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6.28 pm

Mr. Eric Forth (Bromley and Chislehurst): By my calculation, we have had five hours of very wide-ranging debate, in which we heard 18 speeches that lasted about 17 minutes each. That leaves the Minister and me less than one minute per speech to make some sort of response, so I hope that the House will forgive me and even the Minister if our responses are not as full as they might be.

The Father of the House, the hon. Member for Linlithgow (Mr. Dalyell), in his typical way, focused very precisely on the question that he wanted to raise with the

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Government. On the face of it, that was a proper and simple question, as is characteristic of the hon. Gentleman, and one to which I am sure he deserves a straightforward answer. As I understood his main question, it concerned the fact that key evidence on the prosecution side in the Lockerbie case has disappeared. He would like to know, as would I, on whose authority such evidence has disappeared and where it is. I hope that the Minister, if he cannot give a precise answer to that simple and direct question today, will ensure that the hon. Gentleman gets an answer because he directed his question at Ministers in Westminster and specifically asked that it should not be passed sideways to Edinburgh.

The hon. Member for North Cornwall (Mr. Tyler) raised a number of issues, not least of which was that apparently the Food Standards Agency—of all people—has given advice that, on the face of it, seems rather odd to most of us: we no longer need to wash fruit and vegetables before we eat them. The hon. Gentleman made a rather serious allegation when he suggested that the Government's advisers might be unduly influenced by commercial interests. That is a grave accusation and it should be taken seriously by the Government.

If we cannot obtain reassurance today, I hope that the allegation will be looked into closely. If the agency set up to protect our food is somehow under the improper influence of commercial interests, we certainly want to know about it. Something should be done about it very quickly indeed.

The hon. Gentleman also raised the problem of VAT on church repairs. I would not be so uncharitable as to tell him that that is one of the many benefits flowing from our membership of the European Union. I should not be as crude as that—[Interruption.] In any case, he denies it. However, I sympathise with him: the problem appears to be intractable. Like him, I hope that the Government are hard at work on it.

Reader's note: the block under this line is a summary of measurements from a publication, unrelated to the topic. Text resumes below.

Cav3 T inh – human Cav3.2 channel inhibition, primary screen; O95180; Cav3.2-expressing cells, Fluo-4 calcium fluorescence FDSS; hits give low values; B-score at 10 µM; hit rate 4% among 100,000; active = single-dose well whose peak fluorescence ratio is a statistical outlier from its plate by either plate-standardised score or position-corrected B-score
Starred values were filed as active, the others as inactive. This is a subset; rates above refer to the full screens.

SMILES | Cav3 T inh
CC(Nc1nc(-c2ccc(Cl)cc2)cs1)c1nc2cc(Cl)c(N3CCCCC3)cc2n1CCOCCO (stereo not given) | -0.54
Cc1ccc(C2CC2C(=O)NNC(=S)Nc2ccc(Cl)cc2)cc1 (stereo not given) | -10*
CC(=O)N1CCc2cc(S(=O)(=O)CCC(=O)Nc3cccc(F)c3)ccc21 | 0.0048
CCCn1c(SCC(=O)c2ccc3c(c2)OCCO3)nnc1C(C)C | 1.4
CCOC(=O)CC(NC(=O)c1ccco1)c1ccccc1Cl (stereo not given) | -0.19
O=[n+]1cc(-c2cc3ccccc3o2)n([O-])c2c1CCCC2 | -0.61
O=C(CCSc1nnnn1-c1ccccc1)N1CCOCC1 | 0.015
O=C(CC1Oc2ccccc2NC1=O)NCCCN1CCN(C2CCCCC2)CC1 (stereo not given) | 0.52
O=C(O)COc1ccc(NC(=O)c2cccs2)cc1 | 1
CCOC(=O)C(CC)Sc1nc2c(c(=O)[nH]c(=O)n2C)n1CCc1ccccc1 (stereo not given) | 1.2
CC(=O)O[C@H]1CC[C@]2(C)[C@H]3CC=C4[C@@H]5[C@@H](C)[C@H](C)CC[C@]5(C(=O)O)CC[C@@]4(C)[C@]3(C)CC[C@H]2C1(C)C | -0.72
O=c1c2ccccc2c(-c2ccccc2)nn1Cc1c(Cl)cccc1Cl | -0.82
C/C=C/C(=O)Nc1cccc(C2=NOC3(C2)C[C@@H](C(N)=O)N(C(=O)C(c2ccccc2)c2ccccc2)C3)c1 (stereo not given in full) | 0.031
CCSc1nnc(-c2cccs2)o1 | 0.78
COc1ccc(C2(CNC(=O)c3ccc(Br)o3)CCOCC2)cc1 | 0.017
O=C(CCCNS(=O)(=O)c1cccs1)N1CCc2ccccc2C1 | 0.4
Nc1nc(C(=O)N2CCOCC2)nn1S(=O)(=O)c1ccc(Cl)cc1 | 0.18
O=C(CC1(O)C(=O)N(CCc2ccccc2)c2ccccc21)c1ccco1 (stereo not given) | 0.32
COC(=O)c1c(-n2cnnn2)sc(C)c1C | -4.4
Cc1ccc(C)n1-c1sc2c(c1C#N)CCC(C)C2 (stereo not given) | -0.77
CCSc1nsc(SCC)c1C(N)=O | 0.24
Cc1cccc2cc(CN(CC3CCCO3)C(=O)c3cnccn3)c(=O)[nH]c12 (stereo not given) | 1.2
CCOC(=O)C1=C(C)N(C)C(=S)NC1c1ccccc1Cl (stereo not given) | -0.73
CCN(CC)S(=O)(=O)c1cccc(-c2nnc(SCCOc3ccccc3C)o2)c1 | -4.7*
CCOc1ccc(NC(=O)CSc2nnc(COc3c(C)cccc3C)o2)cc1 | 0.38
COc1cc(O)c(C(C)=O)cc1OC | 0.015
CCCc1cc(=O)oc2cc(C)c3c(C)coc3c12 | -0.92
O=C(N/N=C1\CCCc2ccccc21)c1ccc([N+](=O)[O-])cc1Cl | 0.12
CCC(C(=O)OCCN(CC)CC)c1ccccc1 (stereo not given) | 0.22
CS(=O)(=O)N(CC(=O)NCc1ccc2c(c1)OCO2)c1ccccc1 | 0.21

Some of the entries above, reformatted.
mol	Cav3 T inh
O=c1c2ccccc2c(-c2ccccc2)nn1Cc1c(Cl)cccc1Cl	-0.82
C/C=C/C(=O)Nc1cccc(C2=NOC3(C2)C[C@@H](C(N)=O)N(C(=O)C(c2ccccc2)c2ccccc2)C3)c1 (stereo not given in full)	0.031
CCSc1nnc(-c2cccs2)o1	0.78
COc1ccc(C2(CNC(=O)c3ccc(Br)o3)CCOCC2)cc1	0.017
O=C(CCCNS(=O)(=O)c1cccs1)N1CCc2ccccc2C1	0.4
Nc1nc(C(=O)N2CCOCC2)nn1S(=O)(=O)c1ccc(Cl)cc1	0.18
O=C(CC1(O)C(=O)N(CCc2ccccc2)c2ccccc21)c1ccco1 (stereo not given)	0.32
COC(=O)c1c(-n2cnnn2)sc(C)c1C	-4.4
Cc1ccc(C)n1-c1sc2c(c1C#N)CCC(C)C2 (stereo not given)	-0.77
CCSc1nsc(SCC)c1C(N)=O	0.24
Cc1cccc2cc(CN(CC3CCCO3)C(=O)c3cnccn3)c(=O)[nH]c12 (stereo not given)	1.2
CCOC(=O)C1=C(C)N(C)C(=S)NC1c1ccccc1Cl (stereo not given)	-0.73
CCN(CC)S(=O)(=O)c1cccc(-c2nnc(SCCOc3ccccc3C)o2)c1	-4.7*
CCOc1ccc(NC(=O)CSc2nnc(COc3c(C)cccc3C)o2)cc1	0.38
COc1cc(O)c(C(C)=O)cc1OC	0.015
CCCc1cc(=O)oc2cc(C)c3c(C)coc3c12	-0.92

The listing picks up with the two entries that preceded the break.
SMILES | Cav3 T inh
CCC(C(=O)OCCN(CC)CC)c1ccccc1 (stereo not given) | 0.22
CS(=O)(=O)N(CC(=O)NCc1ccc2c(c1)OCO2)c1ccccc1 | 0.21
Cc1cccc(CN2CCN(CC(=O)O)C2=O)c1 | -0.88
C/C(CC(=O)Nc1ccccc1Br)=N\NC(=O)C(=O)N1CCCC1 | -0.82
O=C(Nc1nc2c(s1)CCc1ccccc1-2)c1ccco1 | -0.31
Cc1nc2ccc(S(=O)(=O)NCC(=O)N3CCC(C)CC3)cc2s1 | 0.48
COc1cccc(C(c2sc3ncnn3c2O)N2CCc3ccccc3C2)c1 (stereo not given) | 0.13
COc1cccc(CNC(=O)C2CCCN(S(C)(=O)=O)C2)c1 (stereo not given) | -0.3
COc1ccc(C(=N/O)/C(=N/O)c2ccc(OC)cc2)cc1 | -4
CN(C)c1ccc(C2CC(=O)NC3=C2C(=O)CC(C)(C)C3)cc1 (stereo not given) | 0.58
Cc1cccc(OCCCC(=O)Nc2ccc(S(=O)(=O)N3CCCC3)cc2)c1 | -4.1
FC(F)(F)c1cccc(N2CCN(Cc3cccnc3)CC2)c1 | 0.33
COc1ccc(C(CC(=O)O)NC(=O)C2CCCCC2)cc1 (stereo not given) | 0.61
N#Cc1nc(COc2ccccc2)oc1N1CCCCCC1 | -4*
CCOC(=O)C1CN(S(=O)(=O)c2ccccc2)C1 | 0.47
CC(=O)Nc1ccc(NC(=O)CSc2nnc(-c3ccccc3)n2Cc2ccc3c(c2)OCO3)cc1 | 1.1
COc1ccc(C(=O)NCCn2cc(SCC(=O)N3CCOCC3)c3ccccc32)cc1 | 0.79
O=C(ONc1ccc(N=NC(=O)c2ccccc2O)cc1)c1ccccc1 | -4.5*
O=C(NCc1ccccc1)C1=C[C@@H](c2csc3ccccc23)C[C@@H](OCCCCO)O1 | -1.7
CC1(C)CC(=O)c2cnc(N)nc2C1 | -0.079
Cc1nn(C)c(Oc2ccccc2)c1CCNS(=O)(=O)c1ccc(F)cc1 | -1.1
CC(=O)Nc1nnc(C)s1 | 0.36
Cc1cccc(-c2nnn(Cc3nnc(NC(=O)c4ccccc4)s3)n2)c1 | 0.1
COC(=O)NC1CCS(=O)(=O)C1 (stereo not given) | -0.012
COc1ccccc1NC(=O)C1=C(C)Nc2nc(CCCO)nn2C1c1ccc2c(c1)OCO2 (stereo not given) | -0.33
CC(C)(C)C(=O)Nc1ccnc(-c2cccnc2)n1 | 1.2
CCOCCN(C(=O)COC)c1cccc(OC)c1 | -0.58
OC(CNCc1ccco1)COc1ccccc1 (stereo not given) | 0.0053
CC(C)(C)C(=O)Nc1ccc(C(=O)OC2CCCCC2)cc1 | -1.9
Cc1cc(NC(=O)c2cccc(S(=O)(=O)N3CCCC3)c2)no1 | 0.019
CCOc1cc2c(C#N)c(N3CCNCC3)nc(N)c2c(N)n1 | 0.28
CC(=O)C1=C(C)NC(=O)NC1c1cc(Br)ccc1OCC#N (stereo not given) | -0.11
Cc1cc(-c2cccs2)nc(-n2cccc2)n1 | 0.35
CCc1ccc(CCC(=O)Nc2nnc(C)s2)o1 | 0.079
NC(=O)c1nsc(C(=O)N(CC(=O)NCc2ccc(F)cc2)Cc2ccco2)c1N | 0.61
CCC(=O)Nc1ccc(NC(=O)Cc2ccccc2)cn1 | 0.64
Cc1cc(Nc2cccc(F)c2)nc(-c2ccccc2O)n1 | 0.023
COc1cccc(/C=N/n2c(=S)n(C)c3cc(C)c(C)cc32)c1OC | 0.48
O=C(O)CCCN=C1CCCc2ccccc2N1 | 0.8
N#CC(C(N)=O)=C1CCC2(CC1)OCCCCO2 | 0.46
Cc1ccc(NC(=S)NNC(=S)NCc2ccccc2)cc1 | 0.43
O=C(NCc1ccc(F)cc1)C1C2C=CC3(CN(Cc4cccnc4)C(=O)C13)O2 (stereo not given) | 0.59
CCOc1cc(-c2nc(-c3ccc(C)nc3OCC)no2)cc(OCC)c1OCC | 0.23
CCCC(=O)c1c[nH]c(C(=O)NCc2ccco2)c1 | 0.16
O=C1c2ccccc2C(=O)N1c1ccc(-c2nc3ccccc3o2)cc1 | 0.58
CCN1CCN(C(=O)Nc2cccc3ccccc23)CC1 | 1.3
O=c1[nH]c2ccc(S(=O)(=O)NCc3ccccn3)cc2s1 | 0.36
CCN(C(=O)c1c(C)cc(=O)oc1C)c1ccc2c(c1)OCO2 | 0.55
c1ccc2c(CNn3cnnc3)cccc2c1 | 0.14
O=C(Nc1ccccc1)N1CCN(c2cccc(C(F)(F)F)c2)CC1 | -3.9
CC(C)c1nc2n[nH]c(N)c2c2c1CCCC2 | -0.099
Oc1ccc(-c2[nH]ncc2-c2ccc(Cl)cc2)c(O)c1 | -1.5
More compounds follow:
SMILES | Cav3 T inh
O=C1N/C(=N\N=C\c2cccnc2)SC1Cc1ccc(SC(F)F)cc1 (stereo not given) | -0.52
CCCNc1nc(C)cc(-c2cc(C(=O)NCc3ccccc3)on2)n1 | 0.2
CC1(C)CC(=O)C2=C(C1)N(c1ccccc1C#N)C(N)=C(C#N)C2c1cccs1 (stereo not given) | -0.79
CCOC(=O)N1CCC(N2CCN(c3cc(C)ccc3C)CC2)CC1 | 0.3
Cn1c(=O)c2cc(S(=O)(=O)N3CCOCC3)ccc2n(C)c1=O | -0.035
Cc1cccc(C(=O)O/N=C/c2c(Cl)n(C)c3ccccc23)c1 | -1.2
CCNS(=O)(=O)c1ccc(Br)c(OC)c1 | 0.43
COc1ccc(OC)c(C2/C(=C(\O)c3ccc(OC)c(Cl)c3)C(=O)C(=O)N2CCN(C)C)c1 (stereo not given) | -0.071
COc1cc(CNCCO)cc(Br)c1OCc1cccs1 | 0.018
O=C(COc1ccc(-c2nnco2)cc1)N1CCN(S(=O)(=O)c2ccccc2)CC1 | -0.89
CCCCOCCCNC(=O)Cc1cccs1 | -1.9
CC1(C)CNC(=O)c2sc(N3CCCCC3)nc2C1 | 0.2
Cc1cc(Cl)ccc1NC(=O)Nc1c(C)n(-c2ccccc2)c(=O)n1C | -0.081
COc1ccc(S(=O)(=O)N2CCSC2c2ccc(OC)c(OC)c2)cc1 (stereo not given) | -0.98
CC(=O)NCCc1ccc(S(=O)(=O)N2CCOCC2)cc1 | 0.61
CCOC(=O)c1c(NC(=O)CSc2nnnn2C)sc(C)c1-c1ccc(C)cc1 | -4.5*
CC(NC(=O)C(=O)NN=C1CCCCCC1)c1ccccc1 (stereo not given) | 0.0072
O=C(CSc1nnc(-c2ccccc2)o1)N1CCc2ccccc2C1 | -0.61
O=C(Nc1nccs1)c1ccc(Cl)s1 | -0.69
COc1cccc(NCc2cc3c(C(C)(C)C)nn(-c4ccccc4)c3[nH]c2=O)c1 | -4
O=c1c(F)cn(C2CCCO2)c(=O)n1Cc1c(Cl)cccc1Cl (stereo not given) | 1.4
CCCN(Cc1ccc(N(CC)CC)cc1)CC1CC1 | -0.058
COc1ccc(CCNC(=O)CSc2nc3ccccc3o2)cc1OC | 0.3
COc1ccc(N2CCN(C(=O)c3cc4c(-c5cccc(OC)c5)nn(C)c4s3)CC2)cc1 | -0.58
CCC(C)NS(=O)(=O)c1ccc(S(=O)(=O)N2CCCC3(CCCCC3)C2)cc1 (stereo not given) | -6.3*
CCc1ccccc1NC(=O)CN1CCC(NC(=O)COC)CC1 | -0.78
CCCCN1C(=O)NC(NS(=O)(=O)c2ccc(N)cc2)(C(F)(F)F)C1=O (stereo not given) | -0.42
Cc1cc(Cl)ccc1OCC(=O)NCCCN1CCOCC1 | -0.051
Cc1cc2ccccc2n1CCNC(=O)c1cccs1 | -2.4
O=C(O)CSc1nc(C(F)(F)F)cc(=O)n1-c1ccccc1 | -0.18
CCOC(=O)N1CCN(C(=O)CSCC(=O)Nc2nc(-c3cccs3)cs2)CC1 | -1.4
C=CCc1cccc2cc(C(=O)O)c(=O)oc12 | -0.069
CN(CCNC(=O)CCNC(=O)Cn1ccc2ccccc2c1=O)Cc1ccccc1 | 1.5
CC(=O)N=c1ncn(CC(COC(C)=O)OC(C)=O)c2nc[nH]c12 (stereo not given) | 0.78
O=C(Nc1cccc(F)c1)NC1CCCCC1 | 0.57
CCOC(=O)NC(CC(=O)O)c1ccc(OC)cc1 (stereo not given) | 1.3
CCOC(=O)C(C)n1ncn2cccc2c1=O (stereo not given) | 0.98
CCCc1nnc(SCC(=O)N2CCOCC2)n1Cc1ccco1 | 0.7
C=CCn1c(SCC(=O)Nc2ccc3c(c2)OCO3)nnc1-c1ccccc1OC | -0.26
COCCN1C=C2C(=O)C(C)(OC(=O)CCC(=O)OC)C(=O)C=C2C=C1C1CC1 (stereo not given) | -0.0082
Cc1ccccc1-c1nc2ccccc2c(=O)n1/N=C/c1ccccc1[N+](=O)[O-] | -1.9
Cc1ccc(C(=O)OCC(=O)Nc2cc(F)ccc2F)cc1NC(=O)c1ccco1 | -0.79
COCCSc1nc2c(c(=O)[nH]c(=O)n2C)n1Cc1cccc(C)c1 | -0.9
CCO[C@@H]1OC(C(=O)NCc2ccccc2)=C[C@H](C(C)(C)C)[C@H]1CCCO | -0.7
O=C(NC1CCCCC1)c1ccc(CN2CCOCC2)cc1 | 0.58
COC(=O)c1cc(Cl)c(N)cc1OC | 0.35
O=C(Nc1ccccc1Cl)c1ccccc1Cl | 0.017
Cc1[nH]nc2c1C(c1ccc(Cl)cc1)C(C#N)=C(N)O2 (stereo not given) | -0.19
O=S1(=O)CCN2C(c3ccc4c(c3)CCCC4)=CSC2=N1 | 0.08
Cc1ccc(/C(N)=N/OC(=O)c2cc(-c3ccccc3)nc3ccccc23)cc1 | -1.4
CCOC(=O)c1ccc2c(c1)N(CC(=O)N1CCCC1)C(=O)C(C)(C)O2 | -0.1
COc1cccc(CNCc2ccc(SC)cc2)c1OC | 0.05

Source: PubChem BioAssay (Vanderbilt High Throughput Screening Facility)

The hon. Member for Braintree (Mr. Hurst), in a thoughtful speech, posed a question that occurs to all of us: why has the turnout in local elections fallen over the years? He suggested that it results from the demise of municipal enterprise and the reduction in the number of direct employees of local authorities.

I am not sure that that provides all, or even much, of the answer. If one considers the varying turnouts—at parish, district, county, Assembly, Westminster and European elections—one realises that it is difficult to find a direct relationship between turnout rates and the influence of different levels of government on their voters or through their employees. Nor can one relate—as should be possible—the directness of contact through, say, parishes, districts and small wards, to the turnout in elections. The problem remains intriguing and intractable. We are all obliged to consider it seriously; politics—our livelihood—is most affected.

My hon. Friend the Member for Tiverton and Honiton (Mrs. Browning) spoke about telecommunication masts. She made the valid point that it appears that sufficient research has not been undertaken into their health effects, and referred to what we might be able to learn from other countries.

As my hon. Friend is aware, we are keen to learn from other countries nowadays—it is one of the new Conservative new approaches that, as we know, has such appeal to the electorate. Perhaps my hon. Friend can